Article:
In all human experience, everything is open to doubt but this. No man with a working conscience can escape the knowledge. It is the one thing we cannot not know. And yet atheists are at a loss to explain it.

I do not call atheists immoral, but I note they cannot give a rational reason to account for morality.


  1. Comment by jtherry:

    I am afraid I had no patience for the troll who immediately showed up.

    • Comment by John C Wright:

      It does require patience to refute the raw sewage of modern ‘angry atheist’ gobbledegook. But Our Lord said that the world would hate us as it hated Him.

    • Comment by Mariana Baca:

      I am impressed at how all trolly atheist commenters have all of a single mind switched from “BUT GALILEO!@@12!@@!” to “BUT [email protected]” recently, since Galileo is easily refuted by the fact that a) nobody killed him and b) he is an exception not the rule to the treatment of heliocentrists of the time.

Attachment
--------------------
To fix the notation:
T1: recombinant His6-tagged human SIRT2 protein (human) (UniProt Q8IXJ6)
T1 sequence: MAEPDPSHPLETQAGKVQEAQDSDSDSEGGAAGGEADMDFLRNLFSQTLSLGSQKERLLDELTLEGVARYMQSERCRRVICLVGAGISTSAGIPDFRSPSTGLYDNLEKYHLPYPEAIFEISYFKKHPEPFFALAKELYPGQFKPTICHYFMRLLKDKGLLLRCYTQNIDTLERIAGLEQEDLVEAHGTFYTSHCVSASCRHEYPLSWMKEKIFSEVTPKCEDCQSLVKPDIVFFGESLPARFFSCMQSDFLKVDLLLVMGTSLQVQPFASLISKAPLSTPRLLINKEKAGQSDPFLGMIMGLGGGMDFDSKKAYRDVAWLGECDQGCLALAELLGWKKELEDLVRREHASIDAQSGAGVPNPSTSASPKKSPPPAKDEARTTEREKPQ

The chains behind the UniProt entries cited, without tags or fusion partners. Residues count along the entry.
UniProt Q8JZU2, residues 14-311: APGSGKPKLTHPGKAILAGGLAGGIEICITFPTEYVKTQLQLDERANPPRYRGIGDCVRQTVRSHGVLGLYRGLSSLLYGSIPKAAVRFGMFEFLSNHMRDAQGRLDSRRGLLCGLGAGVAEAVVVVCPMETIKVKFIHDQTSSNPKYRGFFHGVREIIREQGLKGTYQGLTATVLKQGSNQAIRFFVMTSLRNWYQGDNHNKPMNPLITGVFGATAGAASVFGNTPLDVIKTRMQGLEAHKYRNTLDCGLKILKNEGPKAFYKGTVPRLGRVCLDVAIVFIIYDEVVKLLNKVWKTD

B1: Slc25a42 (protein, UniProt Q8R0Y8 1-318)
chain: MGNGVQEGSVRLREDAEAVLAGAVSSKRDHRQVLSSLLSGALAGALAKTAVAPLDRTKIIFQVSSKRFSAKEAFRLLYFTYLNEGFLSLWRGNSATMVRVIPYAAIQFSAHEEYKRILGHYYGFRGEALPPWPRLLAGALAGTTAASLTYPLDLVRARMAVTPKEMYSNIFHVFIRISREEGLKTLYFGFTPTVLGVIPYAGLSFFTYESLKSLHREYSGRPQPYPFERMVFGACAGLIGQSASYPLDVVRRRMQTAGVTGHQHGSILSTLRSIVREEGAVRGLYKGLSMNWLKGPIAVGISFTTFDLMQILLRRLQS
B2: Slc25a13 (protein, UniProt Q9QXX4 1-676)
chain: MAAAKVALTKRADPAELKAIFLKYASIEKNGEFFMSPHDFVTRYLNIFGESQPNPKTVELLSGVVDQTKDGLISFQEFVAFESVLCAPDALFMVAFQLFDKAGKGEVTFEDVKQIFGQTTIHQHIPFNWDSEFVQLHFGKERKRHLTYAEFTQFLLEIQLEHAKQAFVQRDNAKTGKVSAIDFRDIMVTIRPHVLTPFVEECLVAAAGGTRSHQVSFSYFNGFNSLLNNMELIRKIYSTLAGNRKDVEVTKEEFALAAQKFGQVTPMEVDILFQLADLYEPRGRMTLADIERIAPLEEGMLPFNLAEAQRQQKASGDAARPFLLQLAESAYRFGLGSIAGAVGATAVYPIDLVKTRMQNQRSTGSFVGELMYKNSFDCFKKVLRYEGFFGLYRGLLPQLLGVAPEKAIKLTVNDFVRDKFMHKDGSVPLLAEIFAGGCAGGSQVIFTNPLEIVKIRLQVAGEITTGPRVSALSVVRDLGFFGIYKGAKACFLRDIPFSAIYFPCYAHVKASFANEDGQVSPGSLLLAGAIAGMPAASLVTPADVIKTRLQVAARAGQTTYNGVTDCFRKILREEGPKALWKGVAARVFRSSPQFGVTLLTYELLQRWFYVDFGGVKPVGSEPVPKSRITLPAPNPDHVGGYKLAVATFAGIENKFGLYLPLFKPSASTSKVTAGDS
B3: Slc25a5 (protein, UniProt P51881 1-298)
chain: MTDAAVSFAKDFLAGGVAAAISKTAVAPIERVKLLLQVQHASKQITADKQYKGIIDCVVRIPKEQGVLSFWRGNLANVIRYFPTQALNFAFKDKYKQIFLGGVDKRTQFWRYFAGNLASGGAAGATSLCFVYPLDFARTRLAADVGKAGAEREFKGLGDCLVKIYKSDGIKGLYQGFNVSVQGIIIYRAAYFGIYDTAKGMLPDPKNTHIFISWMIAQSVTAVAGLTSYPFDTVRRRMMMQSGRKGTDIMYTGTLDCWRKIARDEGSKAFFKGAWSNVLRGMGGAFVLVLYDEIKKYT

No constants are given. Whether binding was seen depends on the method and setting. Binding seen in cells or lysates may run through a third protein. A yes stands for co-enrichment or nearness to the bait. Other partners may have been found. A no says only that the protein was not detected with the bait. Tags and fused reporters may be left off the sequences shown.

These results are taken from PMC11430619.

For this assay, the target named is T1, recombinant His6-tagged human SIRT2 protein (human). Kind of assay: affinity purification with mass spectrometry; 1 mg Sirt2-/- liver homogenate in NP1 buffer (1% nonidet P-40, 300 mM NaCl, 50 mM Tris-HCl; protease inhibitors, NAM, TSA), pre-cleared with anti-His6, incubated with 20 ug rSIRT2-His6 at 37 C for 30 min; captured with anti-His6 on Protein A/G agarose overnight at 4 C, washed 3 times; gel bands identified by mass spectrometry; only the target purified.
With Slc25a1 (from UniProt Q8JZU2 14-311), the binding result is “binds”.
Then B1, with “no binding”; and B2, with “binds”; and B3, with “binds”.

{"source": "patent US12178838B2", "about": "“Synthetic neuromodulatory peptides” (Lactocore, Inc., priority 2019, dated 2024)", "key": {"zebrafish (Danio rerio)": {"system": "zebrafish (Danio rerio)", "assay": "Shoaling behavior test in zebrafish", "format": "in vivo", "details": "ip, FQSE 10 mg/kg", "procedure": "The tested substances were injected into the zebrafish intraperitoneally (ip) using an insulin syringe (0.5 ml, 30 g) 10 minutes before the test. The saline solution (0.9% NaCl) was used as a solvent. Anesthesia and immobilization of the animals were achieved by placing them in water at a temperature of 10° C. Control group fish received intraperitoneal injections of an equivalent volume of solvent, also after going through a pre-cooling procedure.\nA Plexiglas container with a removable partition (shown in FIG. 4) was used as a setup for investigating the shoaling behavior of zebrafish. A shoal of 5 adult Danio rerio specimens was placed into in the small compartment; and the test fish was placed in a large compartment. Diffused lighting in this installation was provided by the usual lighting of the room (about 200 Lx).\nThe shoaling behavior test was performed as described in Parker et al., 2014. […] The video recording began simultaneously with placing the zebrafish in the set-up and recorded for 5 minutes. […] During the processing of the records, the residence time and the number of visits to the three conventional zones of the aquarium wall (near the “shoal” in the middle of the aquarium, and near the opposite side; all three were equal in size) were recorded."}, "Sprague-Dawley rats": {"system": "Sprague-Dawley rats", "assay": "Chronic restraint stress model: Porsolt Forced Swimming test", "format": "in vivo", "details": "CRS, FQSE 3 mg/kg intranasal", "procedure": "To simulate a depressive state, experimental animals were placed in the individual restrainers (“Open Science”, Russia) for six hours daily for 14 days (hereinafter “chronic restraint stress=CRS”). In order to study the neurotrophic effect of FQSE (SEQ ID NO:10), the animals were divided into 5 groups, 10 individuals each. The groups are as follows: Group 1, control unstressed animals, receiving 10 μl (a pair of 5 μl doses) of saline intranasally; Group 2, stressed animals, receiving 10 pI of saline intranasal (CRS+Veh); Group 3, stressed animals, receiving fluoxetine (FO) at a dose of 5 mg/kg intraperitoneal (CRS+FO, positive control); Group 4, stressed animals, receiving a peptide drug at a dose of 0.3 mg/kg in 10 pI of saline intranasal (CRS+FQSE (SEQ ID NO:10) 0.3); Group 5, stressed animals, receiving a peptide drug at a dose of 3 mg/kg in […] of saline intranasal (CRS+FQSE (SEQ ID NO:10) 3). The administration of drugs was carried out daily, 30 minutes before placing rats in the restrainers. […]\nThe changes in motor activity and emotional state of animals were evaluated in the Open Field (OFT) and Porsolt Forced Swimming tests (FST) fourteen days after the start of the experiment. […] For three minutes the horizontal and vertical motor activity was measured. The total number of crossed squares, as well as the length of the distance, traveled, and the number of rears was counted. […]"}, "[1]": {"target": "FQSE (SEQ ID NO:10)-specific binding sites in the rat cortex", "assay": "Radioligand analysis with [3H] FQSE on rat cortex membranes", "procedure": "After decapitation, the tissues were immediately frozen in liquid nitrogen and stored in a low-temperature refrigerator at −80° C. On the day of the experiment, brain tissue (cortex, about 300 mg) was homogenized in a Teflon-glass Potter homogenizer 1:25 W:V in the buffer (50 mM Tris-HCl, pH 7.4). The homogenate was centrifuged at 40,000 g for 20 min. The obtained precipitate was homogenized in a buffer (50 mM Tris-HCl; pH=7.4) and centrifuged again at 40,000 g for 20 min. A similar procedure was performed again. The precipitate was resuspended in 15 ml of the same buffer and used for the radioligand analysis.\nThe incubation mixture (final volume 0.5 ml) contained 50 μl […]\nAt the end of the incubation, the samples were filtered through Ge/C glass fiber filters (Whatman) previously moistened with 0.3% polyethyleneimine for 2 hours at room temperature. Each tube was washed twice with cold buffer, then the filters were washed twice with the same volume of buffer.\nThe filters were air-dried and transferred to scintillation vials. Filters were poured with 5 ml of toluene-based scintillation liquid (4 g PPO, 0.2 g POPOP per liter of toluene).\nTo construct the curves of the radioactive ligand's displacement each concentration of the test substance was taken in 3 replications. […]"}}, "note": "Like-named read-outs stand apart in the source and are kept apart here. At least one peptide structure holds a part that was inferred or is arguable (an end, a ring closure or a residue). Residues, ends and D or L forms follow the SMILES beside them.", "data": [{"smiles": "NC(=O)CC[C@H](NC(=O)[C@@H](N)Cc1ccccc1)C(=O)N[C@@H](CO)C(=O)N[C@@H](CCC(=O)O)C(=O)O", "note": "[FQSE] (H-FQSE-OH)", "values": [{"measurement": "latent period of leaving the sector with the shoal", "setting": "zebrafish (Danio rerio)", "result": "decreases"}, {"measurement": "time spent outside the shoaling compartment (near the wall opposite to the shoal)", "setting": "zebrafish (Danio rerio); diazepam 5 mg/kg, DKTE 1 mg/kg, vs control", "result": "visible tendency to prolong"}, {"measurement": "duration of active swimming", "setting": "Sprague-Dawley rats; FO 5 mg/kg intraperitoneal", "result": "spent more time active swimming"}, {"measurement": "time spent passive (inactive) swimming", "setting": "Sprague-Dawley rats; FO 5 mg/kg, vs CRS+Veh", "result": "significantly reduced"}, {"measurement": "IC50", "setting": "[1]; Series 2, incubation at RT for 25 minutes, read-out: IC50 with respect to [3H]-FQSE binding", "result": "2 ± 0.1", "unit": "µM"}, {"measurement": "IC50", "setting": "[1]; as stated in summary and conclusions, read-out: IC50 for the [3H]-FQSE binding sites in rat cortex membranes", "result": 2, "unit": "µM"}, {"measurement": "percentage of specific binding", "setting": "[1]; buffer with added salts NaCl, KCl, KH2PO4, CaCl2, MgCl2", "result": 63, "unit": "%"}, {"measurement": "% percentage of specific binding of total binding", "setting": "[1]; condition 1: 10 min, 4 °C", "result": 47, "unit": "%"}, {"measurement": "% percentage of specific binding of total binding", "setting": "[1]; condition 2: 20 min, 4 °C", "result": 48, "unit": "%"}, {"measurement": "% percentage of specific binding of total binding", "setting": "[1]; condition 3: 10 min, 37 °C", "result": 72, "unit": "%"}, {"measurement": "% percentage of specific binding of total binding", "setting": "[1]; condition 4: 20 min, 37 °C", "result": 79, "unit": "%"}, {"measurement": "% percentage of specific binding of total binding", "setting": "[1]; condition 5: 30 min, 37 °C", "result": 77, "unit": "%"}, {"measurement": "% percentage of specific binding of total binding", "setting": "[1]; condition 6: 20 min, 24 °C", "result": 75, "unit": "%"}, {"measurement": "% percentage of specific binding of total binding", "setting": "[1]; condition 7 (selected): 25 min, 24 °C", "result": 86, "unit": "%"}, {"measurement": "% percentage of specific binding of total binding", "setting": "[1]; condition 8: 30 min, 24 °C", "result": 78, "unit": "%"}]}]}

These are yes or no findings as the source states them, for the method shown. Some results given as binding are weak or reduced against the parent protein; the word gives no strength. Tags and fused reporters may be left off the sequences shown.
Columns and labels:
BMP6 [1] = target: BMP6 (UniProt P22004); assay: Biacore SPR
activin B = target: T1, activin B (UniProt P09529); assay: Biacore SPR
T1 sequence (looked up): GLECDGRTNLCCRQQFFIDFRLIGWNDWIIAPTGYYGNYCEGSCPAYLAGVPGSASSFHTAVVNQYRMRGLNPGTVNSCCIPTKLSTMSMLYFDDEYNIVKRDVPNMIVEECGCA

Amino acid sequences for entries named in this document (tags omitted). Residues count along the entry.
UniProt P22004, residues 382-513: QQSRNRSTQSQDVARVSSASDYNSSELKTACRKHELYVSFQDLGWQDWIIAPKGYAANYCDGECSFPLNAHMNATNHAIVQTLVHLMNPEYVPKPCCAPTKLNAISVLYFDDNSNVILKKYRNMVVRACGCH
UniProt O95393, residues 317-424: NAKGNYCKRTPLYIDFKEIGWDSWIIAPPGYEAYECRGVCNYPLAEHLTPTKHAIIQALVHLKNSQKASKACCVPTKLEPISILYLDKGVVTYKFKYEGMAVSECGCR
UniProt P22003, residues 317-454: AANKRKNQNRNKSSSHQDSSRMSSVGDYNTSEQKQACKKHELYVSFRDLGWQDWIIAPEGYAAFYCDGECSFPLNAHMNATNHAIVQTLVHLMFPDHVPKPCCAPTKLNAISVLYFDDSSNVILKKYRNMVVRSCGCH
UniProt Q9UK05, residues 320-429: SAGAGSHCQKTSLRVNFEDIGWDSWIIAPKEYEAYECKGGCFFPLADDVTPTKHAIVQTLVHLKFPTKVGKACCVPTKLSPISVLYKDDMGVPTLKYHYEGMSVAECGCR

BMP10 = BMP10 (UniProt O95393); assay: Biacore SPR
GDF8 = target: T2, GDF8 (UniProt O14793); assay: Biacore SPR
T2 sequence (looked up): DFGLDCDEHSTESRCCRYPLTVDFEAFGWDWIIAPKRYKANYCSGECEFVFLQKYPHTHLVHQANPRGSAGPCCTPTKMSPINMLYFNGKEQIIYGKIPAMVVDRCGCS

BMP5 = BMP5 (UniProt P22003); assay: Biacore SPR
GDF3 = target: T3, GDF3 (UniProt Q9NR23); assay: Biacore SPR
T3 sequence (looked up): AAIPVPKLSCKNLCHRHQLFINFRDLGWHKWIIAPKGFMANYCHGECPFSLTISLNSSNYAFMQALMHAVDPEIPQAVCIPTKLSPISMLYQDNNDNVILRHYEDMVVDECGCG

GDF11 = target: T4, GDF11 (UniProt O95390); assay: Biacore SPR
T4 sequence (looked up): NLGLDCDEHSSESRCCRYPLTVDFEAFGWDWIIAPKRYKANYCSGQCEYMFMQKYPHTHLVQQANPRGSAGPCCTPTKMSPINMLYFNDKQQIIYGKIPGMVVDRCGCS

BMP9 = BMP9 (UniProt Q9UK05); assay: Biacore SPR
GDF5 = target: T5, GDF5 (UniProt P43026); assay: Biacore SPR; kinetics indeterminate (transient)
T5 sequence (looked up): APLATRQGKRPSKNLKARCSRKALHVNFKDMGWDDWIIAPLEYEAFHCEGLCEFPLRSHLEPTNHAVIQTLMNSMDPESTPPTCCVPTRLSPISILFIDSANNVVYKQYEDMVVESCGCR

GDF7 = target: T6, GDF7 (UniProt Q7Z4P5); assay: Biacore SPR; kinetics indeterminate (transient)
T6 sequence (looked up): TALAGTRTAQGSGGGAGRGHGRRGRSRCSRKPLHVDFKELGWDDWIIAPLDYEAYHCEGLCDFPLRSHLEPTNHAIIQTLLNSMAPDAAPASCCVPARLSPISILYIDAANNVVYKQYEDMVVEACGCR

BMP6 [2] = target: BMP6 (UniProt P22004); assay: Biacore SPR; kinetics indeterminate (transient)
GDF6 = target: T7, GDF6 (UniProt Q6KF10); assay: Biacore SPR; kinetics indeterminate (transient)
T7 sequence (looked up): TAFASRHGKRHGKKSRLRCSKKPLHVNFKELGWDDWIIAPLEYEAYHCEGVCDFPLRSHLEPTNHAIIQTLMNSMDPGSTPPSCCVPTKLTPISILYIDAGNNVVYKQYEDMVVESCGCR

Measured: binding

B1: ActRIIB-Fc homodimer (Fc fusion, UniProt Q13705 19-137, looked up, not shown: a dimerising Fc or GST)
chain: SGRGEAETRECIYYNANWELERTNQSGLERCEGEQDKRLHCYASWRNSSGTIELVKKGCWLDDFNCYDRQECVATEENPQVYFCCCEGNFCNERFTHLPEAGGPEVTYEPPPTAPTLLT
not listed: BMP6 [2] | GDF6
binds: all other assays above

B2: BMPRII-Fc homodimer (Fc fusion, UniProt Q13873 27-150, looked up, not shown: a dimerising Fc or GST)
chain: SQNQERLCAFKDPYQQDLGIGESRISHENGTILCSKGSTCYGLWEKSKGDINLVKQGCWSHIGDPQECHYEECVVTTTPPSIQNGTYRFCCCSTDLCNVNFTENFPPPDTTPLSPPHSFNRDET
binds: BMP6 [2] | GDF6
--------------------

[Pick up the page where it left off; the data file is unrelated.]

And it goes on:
I think it is part of the rerelease of Cosmos that is to blame for Bruno being the new “token persecuted scientist” du jour, with his cause being … “aliens”. Seriously? Aliens? Who cares? Scientific progress won’t stop in its tracks if we don’t believe in them, no more so than if we stop funding SETI.

      • Comment by Mary:

        The irony is that one of Bruno’s beliefs was that blacks are not of the same species as whites.

      • Comment by John C Wright: